Having navigated the logistical nightmare of travelling from Lisbon to Arlanda following Sunday’s Grand Prix the five of us (Jack Whitaker, Georgia Tame, Jack Ryan and Richi Vogel) were happy to finally arrive in Sweden to join the rest of the team Linda, My, Simon and Lars. Jason joined in with the lectures via Facetime from Ireland to complete our group… times like this make you realize how lucky we are to live in the modern age of technology! I anticipated there would be a lot to learn over the course of the next three days, however the academy exceeded my expectations.
Emma O’Dwyer, former 2016 academy member who now balances riding with being a qualified physiotherapist, had been our first talk. It’s important to look after your body, particularly when you ride countless horses a day. Taking time out to stretch and use different muscles is crucial to keep yourself in the best shape possible. The same can be said for the way you handle your mindset. Poppy Blandford gave us some really interesting mental coaching. She highlighted the importance of having a growth mindset of endless potential over a fixed mindset consisting of limited talent. Confidence and self-esteem is a belief system that needs working on just like every other aspect in the sport. Her little tips and tricks for handling nerves, walking the course, creating focus and analyzing performance were invaluable. As an athlete it’s easy to get caught up in the results, but this is even more prevalent as a showjumper who experiences the highs and lows on another scale. When you’ve had a bad round it’s easy to get despondent, which is why it’s so important to have a strong mindset and think about the process as a whole. With the right direction, determination, drive and discipline anything is possible.
We also had a talk with lawyer Jenny Johansson as well as being taught the fundamentals of economics by Sven; not the most exciting topics but undeniably important. It can be tempting to overlook the somewhat boring aspects of managing a competition stable. However now more than ever I am aware that it can be detrimental in the long run should you choose to do this. We held a mini auction of young horses where we analyzed their confirmation, movement and jump with the help of Jean-Maurice. We then budgeted the cost of keeping the horses we bought from the age of 3 to the age of 8 and how much we would have to sell them for to breakeven. I definitely underestimated how expensive it can be to produce a horse! Managing the horse is another story altogether. Dr. Peter Kallings informed us on medication and anti-doping whilst Prof. Lars Roepstorff gave us insight into horse anatomy and the importance of footing. Dr. Marie Rhodin then concluded our session with a discussion on detecting lameness. It’s essential to keep monitoring your horses’ wellbeing so being properly informed on what to look out for could make all the difference.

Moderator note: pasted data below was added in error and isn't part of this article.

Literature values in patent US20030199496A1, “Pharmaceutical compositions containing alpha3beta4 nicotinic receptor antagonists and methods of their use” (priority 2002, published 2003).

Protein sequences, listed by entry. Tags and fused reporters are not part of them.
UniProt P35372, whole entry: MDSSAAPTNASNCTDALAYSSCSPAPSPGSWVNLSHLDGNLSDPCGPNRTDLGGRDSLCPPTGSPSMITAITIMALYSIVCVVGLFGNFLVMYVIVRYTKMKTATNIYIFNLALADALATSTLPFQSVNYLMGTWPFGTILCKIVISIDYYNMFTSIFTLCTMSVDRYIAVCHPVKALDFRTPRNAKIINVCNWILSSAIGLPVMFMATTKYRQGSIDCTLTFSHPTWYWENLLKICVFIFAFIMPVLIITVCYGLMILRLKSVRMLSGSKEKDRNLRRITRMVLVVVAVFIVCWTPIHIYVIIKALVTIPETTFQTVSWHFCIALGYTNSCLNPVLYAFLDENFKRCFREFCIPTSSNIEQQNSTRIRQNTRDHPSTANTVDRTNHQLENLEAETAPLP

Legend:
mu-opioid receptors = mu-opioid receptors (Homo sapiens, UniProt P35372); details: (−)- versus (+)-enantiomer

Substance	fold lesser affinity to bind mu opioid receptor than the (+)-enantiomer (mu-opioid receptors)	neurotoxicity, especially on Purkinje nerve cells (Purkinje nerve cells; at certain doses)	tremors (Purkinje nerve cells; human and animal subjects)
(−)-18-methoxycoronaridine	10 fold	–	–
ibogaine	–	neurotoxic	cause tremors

What I also enjoyed very much was listening to Eleonora Ottaviani discuss the International Jumping Rider’s Club (IJRC) and the work done these last few years. It’s concerning how few of us know our rights as riders. Eleonora also enlightened us all on the complications of the ranking system, particularly during Covid times. The more I’ve become exposed to the higher levels of showjumping these last few years the fewer female role models there seems to be. Listening to Eleonora talk so passionately about her involvement in the sport was extremely encouraging. Moreover, I feel truly fortunate to be experiencing firsthand hers, Sven’s and Valentina’s vision for the youth of the sport as part of the Academy.
Although times are looking bleak and uncertain I’m looking forward to the year ahead with a newfound optimism. I thoroughly enjoyed my time in Stromshölm, even our early morning physical exercise wasn’t too brutal! Spending time with other riders from different backgrounds and sharing this experience together made it all so fun. I’m excited for our next session, whenever that may be!